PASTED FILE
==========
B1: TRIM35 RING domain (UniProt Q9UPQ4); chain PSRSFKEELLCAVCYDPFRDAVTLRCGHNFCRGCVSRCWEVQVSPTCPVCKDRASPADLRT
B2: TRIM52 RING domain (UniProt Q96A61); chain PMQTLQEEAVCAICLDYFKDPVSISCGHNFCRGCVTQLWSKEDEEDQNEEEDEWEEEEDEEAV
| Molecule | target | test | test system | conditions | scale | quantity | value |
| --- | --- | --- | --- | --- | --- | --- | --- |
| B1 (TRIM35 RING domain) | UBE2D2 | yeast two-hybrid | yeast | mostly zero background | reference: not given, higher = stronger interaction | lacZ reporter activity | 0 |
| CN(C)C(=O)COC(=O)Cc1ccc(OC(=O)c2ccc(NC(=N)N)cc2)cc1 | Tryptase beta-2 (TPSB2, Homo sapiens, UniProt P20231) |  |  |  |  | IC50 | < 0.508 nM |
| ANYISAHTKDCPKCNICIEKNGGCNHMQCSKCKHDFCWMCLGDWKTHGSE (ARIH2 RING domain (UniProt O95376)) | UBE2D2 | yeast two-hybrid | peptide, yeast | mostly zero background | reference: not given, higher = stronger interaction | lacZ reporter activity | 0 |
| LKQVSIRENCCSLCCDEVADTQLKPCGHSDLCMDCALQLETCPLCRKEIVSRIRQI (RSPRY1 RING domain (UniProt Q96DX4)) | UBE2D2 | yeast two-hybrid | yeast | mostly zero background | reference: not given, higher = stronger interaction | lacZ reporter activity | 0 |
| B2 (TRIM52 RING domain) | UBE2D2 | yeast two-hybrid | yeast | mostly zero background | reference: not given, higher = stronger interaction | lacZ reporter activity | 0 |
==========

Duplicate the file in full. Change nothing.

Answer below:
B1: TRIM35 RING domain (UniProt Q9UPQ4); chain PSRSFKEELLCAVCYDPFRDAVTLRCGHNFCRGCVSRCWEVQVSPTCPVCKDRASPADLRT
B2: TRIM52 RING domain (UniProt Q96A61); chain PMQTLQEEAVCAICLDYFKDPVSISCGHNFCRGCVTQLWSKEDEEDQNEEEDEWEEEEDEEAV
| Molecule | target | test | test system | conditions | scale | quantity | value |
| --- | --- | --- | --- | --- | --- | --- | --- |
| B1 (TRIM35 RING domain) | UBE2D2 | yeast two-hybrid | yeast | mostly zero background | reference: not given, higher = stronger interaction | lacZ reporter activity | 0 |
| CN(C)C(=O)COC(=O)Cc1ccc(OC(=O)c2ccc(NC(=N)N)cc2)cc1 | Tryptase beta-2 (TPSB2, Homo sapiens, UniProt P20231) |  |  |  |  | IC50 | < 0.508 nM |
| ANYISAHTKDCPKCNICIEKNGGCNHMQCSKCKHDFCWMCLGDWKTHGSE (ARIH2 RING domain (UniProt O95376)) | UBE2D2 | yeast two-hybrid | peptide, yeast | mostly zero background | reference: not given, higher = stronger interaction | lacZ reporter activity | 0 |
| LKQVSIRENCCSLCCDEVADTQLKPCGHSDLCMDCALQLETCPLCRKEIVSRIRQI (RSPRY1 RING domain (UniProt Q96DX4)) | UBE2D2 | yeast two-hybrid | yeast | mostly zero background | reference: not given, higher = stronger interaction | lacZ reporter activity | 0 |
| B2 (TRIM52 RING domain) | UBE2D2 | yeast two-hybrid | yeast | mostly zero background | reference: not given, higher = stronger interaction | lacZ reporter activity | 0 |